As a Git newbie, I realized that I have been using it as if it were Subversion. e.g. always working on master, not committing locally before pulling changes etc. This often results in avoidable manual merge situations. What are other common antipatterns of using Git?

closed as primarily opinion-based by Wilfred Hughes, vwegert, Marcelo, VDWWD, dirkk Feb 15 '17 at 18:27

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    I have a feeling that this question should be community wiki. Or are you really planning to accept one of the answers? – innaM Sep 29 '09 at 11:24
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    community wiki sounds good. – ottodidakt Sep 29 '09 at 11:34
  • So why don't you make it community wiki? – innaM Sep 29 '09 at 11:55
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    done. I didn't know I could – ottodidakt Sep 29 '09 at 12:28
  • Related: basilv.com/psd/blog/2009/… – Jakub Narębski Sep 29 '09 at 23:10

Big ball of changes

When you are writing commit message, and you don't know what to put in single line summary of changes, it does probably mean that you put too many independent things in a single commit. Better to split commit into smaller, using "git rebase --interactive", and/or "git add --interactive" and friends (like "git stash --keep-index" to test stashed changes).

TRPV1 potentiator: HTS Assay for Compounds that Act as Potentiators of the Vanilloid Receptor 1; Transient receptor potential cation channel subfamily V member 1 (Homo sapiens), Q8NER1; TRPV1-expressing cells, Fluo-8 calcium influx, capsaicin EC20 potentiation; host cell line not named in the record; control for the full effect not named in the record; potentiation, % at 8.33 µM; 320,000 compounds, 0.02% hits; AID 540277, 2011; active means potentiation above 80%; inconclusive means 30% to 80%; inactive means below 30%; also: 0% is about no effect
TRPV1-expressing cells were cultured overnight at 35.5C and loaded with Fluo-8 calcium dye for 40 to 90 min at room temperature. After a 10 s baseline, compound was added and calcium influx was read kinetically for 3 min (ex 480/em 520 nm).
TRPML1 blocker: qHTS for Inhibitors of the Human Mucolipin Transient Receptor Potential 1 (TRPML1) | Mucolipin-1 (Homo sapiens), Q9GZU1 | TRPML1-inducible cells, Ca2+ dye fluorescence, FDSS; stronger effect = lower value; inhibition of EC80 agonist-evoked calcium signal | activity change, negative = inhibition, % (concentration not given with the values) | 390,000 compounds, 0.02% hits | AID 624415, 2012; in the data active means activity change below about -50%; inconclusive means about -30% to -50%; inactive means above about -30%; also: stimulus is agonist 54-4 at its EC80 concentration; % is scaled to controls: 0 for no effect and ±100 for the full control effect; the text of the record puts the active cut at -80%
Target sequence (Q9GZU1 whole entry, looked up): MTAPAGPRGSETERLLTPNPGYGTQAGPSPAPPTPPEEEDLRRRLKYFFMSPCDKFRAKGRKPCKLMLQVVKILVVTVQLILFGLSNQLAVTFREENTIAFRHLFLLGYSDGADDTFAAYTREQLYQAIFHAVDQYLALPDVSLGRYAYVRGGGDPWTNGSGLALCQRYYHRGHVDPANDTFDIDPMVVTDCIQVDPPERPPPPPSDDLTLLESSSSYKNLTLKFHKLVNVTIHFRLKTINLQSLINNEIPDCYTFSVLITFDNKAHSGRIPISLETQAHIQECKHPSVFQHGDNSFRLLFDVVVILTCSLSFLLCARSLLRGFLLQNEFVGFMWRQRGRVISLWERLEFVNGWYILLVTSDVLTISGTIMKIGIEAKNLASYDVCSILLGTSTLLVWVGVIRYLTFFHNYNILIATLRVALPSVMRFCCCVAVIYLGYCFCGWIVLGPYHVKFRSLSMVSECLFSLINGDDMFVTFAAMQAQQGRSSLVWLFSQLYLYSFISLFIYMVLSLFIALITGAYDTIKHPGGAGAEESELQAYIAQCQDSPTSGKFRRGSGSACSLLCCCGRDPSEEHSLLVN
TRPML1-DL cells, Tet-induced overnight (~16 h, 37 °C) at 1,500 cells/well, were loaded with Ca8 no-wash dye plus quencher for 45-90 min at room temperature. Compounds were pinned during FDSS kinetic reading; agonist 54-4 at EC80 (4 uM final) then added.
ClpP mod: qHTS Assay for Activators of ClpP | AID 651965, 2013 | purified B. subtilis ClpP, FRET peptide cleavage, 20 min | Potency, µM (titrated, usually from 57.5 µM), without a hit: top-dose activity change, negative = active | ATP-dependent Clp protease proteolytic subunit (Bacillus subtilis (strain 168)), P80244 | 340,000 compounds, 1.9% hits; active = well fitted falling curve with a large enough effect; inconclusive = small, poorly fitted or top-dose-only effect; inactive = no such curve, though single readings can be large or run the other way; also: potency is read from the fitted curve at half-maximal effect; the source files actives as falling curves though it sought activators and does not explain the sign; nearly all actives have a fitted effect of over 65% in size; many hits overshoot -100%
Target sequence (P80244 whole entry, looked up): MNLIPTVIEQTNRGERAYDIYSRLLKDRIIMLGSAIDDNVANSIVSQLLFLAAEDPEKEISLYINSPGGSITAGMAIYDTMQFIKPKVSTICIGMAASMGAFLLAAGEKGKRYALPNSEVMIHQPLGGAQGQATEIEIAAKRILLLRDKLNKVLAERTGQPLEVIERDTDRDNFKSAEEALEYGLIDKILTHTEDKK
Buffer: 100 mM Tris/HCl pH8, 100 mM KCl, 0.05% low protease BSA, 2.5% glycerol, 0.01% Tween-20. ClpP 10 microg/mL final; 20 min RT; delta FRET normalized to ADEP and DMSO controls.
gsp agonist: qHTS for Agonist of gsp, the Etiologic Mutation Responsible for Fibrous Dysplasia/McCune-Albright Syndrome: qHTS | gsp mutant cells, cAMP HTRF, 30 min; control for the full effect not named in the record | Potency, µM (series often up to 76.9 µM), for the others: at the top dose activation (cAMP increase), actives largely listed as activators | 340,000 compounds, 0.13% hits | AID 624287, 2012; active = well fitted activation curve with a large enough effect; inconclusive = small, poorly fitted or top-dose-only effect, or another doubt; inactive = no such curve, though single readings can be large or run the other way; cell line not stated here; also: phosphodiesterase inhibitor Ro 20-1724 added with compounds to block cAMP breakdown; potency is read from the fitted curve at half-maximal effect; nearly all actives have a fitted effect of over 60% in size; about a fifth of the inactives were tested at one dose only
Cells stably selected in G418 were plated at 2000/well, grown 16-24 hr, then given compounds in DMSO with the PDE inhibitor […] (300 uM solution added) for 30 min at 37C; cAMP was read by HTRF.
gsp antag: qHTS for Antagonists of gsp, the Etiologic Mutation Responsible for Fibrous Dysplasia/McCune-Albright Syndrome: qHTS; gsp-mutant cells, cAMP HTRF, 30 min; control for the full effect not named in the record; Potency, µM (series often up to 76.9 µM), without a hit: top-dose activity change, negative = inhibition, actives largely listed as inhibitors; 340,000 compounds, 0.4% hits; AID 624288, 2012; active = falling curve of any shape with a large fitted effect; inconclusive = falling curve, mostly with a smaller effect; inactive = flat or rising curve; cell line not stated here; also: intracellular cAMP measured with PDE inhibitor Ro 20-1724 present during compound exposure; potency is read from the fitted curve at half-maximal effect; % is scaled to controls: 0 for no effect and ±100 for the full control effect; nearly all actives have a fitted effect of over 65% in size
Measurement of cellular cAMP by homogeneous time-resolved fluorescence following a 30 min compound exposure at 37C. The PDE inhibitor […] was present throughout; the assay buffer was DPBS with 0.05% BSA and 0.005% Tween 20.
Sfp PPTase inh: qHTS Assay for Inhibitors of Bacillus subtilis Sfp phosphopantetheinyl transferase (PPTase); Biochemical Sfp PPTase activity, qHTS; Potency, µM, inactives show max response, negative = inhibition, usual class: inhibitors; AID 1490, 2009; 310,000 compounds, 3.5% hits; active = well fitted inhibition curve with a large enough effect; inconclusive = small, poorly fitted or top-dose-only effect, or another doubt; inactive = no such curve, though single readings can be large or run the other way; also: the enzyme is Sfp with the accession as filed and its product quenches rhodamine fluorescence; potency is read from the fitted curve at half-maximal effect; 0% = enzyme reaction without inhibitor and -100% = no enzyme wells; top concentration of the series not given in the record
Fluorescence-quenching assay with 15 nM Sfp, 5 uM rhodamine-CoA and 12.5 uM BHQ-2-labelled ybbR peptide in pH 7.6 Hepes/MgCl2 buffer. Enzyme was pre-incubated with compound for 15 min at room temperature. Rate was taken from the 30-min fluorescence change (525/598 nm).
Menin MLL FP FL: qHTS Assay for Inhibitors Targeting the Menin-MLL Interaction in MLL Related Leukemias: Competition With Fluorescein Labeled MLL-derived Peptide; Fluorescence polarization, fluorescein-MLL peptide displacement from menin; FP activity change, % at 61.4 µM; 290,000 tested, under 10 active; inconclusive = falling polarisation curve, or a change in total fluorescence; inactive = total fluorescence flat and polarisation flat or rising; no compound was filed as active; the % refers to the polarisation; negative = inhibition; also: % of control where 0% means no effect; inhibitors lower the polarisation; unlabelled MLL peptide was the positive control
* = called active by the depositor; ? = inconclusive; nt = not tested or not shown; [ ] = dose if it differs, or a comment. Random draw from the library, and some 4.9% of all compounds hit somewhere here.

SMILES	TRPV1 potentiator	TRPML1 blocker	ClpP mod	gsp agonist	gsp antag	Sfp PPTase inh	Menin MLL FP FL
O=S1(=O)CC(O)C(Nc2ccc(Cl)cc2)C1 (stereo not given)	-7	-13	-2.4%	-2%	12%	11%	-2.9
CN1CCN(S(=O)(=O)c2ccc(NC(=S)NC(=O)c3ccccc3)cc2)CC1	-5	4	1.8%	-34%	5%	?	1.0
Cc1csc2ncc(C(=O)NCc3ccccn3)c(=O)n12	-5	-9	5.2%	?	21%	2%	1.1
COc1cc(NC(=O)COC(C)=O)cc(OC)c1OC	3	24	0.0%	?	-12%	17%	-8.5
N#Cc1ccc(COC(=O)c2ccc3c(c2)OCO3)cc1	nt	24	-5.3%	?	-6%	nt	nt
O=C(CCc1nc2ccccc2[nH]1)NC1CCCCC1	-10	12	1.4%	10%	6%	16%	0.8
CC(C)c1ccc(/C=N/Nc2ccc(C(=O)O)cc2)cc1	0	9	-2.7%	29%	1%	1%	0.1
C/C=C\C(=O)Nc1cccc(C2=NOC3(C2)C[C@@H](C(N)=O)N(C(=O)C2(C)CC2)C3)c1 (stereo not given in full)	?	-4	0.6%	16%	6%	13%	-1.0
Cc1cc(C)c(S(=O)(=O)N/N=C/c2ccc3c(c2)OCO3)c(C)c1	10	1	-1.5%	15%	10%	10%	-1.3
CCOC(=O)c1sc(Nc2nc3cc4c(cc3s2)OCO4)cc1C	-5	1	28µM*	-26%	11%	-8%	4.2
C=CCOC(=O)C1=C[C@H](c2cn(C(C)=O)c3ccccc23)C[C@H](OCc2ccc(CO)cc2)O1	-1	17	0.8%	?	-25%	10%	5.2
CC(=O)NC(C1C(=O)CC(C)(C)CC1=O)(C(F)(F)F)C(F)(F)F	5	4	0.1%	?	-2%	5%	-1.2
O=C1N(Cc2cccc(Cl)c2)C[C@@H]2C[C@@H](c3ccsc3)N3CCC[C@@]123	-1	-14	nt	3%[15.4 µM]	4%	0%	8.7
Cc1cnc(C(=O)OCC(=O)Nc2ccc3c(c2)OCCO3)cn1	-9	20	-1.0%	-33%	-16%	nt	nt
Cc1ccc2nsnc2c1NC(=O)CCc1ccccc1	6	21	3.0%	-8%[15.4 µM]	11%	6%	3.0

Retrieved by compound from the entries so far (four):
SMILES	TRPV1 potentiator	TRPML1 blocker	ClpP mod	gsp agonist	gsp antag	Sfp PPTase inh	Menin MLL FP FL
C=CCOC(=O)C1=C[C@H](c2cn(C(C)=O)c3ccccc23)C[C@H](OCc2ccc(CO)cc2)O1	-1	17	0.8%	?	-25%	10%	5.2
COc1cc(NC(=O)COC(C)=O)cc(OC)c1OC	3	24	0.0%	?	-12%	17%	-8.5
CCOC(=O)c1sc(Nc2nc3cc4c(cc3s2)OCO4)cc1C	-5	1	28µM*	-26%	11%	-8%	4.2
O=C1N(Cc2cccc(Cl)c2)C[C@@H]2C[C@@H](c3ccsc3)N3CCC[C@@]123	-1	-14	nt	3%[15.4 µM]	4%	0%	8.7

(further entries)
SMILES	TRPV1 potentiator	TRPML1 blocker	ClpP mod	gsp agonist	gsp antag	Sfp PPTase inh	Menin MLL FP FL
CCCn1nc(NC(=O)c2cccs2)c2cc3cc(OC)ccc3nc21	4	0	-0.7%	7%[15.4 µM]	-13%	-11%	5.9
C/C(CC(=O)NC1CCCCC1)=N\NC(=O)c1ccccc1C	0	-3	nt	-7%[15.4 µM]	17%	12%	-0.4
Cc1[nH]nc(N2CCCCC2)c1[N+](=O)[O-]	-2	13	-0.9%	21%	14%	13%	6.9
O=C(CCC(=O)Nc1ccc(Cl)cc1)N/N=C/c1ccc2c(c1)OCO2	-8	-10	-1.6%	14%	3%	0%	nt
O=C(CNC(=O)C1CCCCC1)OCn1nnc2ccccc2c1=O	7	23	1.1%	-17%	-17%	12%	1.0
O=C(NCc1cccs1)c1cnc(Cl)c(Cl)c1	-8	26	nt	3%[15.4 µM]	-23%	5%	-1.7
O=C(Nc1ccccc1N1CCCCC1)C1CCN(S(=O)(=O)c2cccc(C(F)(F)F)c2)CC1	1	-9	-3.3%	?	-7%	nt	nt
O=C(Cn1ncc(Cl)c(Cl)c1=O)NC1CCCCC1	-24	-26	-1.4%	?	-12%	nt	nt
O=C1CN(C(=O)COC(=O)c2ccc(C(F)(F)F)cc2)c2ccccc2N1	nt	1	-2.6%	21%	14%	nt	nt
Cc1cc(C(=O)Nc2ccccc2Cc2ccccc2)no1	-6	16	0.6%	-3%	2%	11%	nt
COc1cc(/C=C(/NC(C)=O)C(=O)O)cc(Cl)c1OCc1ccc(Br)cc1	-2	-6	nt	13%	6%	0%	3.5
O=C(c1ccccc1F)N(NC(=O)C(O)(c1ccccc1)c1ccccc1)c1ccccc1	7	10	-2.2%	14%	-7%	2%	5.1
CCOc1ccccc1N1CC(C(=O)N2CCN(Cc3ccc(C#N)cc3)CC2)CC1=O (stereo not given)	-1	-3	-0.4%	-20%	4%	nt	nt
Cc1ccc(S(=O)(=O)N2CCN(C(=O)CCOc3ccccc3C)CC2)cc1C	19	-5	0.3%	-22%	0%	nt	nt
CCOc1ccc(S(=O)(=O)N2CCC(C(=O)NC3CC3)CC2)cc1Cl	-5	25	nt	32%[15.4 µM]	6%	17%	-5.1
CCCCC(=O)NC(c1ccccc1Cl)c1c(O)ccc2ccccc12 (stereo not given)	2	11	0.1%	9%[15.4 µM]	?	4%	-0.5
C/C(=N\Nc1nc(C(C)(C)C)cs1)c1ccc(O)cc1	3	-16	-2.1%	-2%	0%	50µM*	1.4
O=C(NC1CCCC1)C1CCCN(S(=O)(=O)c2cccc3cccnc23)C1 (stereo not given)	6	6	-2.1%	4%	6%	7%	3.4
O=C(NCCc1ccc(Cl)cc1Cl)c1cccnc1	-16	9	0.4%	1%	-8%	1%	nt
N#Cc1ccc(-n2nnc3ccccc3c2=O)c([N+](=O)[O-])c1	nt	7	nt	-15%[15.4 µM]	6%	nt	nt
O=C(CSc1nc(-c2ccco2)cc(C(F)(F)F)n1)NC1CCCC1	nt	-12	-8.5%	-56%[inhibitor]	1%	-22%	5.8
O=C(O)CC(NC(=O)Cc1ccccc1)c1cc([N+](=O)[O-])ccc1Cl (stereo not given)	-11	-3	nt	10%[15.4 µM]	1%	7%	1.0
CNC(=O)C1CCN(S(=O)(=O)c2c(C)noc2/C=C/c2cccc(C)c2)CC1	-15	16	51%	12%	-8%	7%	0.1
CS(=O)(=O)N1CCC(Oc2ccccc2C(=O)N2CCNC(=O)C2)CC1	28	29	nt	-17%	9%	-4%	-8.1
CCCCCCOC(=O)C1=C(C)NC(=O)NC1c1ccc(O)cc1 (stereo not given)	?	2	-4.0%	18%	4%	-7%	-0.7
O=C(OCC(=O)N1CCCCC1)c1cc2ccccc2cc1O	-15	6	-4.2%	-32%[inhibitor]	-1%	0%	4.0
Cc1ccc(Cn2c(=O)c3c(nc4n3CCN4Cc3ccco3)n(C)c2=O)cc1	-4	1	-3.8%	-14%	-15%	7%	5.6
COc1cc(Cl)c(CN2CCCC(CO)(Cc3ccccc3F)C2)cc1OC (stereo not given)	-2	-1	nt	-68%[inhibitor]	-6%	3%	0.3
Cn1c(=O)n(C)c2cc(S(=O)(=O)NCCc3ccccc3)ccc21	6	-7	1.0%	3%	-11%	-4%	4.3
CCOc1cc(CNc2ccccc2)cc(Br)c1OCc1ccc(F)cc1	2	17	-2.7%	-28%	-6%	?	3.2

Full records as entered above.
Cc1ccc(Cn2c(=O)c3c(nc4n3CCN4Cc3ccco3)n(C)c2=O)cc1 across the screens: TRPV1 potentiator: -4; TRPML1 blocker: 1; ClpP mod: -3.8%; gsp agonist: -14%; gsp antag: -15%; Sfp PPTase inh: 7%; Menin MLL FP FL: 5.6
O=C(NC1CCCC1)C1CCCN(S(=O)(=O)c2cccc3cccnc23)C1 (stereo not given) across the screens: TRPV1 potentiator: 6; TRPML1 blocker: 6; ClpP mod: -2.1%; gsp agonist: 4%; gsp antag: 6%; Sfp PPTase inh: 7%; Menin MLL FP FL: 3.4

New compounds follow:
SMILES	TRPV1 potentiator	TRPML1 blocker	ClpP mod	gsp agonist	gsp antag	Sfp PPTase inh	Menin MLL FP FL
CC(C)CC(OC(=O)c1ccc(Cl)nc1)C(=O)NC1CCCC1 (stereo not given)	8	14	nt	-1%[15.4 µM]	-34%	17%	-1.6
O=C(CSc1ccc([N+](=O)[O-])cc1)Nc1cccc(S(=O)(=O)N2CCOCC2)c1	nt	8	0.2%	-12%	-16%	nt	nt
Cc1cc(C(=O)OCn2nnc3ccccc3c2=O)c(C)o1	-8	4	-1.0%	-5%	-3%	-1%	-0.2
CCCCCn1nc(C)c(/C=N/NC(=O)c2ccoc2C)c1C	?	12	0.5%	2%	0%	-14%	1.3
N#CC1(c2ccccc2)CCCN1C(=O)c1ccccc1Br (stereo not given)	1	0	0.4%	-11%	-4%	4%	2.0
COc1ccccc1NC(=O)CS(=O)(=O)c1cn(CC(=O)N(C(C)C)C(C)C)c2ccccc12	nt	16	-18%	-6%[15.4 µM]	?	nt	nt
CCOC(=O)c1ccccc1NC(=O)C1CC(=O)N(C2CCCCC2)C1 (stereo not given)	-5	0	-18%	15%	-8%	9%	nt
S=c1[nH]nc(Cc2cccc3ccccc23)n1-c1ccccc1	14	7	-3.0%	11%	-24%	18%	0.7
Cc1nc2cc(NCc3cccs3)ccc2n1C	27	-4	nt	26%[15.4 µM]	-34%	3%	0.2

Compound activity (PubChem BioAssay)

Having single issue per commit will help tremendously when trying to find bug using "git bisect".

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    Also "git gui" as GUI for "git add --interactive". You can select hunks and lines of code visually. – Vi. Oct 6 '10 at 13:21
  • git gui is a 100x easier way to do this. Even though I normally like the command line and that's all I used for a long time, I still use a gui for basic commits, and gitk to visualise the log. – rjmunro Jan 29 '13 at 16:59
  • You can add multiline git commit messages. If you want to do so from the command line open with quote like git commit -m " – Chris McCowan Sep 28 '18 at 17:56

This is more general than git-specific, but I've seen many many projects with commit messages like "bugfix" or "fix foo" or "stuff". Don't do that, instead use meaningful commit messages like "component fiz: Fix foo bug[\n\nExtra info]" and "Whitespace cleanup". You'll thank yourself when you inevitably look at your commit history later and don't need to say "What the hell did I mean when I committed 'stuff'?"


Rebasing a branch which has already been published or merged from (and then re-publishing that branch). Doing so will make everyone hate you as it will result in awful problems since you've just rewritten history and require those people who have merged from your pre-rebase branch to fix the problems introduced by your rebase manually.

Also see http://hades.name/blog/2010/03/03/git-your-friend-not-foe-vol-4-rebasing/ for details.


Not using git stash

Scenario: You're working on feature A. It's taken you about 2 days, and you're about a day from completing it. You've gotten good code written, but there's more to do. Your boss shows up and says "Hey I need Feature B right now. Should take 10 seconds."

Sure - 10 seconds to write it, 2 days of work lost. Or 2 hours trying to comment out and hack all the code you wrote for the past 2 days to get everything back to a working state.

git stash is here to save the day. Just type git stash at the command line, at the root of your project, and all your recent changes go in the "stash," which is a stack of changes. Now you're back to where you were 2 days ago, but your work isn't lost. You make the 10 second change, check it in, then type git stash pop to get your changes back (and remove them from the stack).